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Vintage Hollwood: Screen Gems

These Texas-tied glamour queens of the silver screen knew a thing or two about jewelry…how to wear it, how to get it and of course, how to earn it. Women today still look to these gem goddesses of the past for inspiration. Here, we take a look at the today’s very best jewelry choices of what these movie bombshells might adorn today and how you can embrace your own inner movie star wearing them, too.

Joan Crawford: Shopgirl To Socialite

In an extraordinary six decade long career, San Antonio-born Joan Crawford loved her men, cocktails and jewels. “I seem to grow more valuable to you each year,” Crawford said in the 1931 film with Clark Gable, Possessed, about a very productive love relationship rewarded with precious jewels. As a career girl, she bought as many gems for herself from her salaries at MGM and Warner Brothers as were given to her by her five husbands throughout her life. Today we think she’d still like bracelets winding up her arm, the perfect brooch and yes, the inimitable dinner ring.

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Ginger Rogers: Broadway Meets Hollywood

Fort Worth-raised Ginger Rogers won a Charleston dance contest in the 1920s that shot her to stardom in Hollywood as the perfect dance partner to Fred Astaire in their 1930’s RKO films. “He gave her class, she gave him sex appeal,” a gossip columnist wrote in that era about the teaming. She was known to love large floral-inspired pieces to adorn her décolleté, drop earrings and just about any piece that that showed a collage of stones. Today, these types of jewels still reign.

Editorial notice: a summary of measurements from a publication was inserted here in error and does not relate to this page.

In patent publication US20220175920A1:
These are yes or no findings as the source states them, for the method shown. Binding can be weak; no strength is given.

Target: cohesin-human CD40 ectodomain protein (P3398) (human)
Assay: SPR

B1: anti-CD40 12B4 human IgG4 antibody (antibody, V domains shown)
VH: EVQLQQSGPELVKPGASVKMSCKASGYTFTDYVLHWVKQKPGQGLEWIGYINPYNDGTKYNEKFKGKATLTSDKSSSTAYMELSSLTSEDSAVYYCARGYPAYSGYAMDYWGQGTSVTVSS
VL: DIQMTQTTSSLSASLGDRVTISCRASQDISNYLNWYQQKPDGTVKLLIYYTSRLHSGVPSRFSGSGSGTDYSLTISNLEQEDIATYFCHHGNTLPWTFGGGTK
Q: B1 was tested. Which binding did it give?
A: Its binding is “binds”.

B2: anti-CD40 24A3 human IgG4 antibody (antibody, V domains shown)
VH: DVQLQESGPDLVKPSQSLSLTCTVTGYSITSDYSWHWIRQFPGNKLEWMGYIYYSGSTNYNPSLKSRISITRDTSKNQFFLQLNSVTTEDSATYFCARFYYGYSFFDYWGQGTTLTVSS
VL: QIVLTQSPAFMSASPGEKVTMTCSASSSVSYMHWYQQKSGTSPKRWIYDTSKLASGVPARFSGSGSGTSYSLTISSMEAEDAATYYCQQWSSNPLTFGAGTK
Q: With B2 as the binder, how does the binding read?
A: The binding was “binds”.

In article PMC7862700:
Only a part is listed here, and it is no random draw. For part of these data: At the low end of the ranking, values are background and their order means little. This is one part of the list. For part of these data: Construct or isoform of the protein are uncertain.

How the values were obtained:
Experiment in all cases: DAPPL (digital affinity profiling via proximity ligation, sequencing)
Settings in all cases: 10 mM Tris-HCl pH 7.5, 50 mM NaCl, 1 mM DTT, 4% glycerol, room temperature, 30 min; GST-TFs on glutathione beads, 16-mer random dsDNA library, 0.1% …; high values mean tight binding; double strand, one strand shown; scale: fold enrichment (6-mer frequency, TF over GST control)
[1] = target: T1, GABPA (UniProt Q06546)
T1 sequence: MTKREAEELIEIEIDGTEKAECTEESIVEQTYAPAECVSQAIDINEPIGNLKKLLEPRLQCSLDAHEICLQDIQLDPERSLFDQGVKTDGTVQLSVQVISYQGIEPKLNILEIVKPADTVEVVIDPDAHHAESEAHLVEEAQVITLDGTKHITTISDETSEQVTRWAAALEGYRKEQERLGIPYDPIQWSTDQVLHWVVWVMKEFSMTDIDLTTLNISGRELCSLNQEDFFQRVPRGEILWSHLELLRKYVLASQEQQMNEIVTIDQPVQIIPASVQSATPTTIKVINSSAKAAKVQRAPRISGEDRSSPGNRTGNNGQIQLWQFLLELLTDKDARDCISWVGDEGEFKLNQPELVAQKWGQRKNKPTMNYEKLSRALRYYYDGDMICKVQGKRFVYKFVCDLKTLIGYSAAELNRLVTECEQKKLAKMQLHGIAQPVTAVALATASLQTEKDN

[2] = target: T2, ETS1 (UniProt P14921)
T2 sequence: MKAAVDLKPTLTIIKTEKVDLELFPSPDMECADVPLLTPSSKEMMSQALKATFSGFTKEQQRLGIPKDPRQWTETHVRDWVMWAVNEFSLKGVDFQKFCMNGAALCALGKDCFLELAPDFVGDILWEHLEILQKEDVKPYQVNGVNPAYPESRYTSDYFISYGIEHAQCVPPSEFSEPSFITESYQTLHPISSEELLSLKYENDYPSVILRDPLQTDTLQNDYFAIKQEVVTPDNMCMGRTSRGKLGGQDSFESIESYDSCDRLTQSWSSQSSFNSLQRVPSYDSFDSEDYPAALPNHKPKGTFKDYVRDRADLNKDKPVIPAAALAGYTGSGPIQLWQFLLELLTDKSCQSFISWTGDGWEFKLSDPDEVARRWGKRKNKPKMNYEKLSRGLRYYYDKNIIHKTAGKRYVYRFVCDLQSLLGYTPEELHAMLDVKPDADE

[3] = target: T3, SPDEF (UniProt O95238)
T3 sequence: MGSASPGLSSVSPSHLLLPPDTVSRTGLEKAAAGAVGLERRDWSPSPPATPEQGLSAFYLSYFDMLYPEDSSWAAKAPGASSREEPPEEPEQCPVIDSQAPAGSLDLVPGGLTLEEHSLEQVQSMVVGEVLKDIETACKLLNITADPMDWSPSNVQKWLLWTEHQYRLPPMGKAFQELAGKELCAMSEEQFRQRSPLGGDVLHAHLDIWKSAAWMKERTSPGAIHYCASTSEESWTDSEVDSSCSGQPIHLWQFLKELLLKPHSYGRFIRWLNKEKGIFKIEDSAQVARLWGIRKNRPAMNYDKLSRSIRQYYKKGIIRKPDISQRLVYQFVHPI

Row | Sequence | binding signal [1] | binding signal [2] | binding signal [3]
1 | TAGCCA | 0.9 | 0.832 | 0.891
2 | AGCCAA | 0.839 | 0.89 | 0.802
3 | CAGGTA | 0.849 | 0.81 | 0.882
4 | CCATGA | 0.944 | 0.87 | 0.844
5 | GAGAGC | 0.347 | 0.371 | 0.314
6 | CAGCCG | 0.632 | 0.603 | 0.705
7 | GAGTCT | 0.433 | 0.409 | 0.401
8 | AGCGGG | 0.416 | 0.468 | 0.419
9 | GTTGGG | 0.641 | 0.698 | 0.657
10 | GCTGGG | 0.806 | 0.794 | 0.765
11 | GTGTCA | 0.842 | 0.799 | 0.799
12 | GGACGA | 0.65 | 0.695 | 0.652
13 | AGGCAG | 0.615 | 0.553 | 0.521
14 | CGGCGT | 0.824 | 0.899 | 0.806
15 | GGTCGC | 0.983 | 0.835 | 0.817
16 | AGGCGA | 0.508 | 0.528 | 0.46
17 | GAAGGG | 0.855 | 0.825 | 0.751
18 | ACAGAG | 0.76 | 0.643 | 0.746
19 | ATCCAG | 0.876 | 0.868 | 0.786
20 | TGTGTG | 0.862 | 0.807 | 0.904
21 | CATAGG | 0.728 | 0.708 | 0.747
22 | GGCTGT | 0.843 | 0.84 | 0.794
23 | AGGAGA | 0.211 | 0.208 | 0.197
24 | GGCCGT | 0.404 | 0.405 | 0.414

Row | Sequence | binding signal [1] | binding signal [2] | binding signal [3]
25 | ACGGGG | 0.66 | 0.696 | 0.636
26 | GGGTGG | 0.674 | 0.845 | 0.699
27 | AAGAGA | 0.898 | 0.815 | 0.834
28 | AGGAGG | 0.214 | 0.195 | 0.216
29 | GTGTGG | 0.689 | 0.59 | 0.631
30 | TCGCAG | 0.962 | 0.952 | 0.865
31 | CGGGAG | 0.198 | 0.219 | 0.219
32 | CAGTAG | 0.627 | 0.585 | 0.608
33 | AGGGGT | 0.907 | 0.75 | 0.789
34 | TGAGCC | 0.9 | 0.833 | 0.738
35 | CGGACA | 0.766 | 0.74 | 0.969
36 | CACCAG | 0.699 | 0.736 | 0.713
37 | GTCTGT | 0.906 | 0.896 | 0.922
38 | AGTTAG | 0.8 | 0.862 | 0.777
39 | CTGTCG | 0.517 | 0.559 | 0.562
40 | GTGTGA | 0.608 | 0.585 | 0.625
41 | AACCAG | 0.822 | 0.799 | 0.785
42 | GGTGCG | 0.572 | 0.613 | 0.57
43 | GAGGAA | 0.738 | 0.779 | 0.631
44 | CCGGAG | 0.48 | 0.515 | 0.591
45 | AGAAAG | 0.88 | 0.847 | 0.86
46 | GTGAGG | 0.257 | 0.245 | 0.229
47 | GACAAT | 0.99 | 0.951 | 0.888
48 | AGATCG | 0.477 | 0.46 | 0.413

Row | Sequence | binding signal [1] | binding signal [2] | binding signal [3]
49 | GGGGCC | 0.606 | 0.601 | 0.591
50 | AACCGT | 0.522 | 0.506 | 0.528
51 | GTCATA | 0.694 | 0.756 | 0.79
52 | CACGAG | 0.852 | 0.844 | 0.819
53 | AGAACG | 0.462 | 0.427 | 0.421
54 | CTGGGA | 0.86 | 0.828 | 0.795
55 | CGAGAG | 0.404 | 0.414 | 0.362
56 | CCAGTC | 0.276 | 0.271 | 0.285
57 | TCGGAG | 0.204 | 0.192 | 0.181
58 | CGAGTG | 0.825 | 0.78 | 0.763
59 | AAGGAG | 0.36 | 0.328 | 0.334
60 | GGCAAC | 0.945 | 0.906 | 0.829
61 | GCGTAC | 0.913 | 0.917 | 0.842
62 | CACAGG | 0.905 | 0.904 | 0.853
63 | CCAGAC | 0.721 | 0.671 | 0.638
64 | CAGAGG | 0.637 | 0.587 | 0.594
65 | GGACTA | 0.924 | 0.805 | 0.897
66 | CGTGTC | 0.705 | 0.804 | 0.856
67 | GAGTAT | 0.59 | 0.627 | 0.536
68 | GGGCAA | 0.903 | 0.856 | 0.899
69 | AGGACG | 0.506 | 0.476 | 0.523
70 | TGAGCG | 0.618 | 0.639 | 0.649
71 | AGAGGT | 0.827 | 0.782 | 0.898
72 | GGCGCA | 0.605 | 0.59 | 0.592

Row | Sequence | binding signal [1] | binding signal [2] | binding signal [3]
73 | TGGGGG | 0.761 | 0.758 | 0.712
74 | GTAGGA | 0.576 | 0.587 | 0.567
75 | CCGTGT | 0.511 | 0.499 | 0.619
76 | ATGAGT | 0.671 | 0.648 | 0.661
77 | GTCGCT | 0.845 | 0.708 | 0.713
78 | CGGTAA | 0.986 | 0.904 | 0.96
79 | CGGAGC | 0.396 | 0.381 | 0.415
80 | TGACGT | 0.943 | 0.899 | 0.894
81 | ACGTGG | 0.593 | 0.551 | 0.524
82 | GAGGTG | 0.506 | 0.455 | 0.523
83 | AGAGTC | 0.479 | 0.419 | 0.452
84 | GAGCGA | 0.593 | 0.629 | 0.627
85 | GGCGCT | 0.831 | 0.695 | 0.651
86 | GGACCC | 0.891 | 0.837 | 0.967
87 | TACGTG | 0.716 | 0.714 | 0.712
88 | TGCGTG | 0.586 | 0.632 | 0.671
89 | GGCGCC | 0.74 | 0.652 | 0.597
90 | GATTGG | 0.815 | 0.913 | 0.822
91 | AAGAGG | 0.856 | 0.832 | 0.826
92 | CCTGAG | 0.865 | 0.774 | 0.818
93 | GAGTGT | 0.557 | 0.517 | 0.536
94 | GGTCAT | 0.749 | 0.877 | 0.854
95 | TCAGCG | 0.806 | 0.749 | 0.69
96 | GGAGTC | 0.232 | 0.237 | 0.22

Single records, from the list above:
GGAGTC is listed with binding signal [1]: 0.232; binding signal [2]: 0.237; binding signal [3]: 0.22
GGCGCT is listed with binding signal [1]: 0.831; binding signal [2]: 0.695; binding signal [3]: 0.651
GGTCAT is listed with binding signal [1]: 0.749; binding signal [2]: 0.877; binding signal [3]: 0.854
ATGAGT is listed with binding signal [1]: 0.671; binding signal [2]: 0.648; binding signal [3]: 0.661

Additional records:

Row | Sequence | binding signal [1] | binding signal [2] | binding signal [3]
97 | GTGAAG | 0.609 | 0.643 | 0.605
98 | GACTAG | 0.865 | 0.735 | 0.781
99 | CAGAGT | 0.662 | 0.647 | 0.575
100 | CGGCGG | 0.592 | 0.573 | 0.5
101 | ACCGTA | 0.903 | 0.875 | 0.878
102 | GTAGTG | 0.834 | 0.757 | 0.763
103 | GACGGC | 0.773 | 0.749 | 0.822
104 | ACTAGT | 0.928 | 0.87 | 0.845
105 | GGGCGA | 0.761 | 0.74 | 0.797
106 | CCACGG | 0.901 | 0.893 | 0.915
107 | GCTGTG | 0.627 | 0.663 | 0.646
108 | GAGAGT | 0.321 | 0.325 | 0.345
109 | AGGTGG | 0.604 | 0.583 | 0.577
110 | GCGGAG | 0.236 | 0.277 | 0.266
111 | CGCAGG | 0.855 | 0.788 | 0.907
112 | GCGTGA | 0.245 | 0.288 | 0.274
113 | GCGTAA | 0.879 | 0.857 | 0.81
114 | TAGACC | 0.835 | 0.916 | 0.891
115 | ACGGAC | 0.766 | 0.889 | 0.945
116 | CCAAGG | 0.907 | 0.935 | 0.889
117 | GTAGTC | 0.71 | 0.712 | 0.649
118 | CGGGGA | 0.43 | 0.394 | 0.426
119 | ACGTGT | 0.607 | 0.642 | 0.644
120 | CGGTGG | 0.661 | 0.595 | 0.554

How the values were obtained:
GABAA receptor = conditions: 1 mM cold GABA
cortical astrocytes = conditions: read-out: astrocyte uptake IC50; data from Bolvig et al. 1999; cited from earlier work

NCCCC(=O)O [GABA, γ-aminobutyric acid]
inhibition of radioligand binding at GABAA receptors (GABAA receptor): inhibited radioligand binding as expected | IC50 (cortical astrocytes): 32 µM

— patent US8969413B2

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Ann Sheridan: The Oomph Girl

Considered to be one of the most alluring movie stars of the 1940’s, on and off screen, this Denton-born, red-haired bombshell was the GI sweetheart in World War II. Actor Rex Harrison once said of her, "I was struck by her extraordinary magnetism and directness. And her distinctive quality of earthiness that never transcends to blatant sexiness.” That sexiness showed in the jewels she was known to wear in films and in real life… emeralds, diamonds and rubies. And of course diamonds. Lots of diamonds.

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Dorothy Malone: Wild As The Wind

“We had cocktail parties and I'd stay up until 5 in the morning,” Dorothy Malone recounted of social life during the Golden Age of Hollywood. Art can imitate life and her bad girl image was solidified in the 1956 film {Written on the Wind}, about Texas socialites and tycoons of the era. It’s a performance that won her the Oscar for Best Supporting Actress and this Dallas resident continued to play roles that showcased her legendary figure. Adorning that body was usually a suite of jewels that so symbolized the 1950s jewel-matching sensibility, many given to her by French actor Jaque Bergerac, also married to Ginger Rogers.

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Cyd Charisse: Dance, Girl, Dance

As glamorous as she is talented, Amarillo-born Cyd Charisse danced her way into America’s hearts in the 1950s… and her ballet-trained legs were considered so valuable by MGM they were insured for five million dollars. There’s no doubt her love of jewelry is in her blood since her father once owned a jewelry store in her west Texas hometown. Her cool chic, love of clothes and her myriad talent helped this star shine best on the big screen, as well as being dressed at MGM by legendary designer Helen Rose. Good jewels were always de rigueur for her costumes with classic, neat and shimmering gems that worked best on her then, as well as now.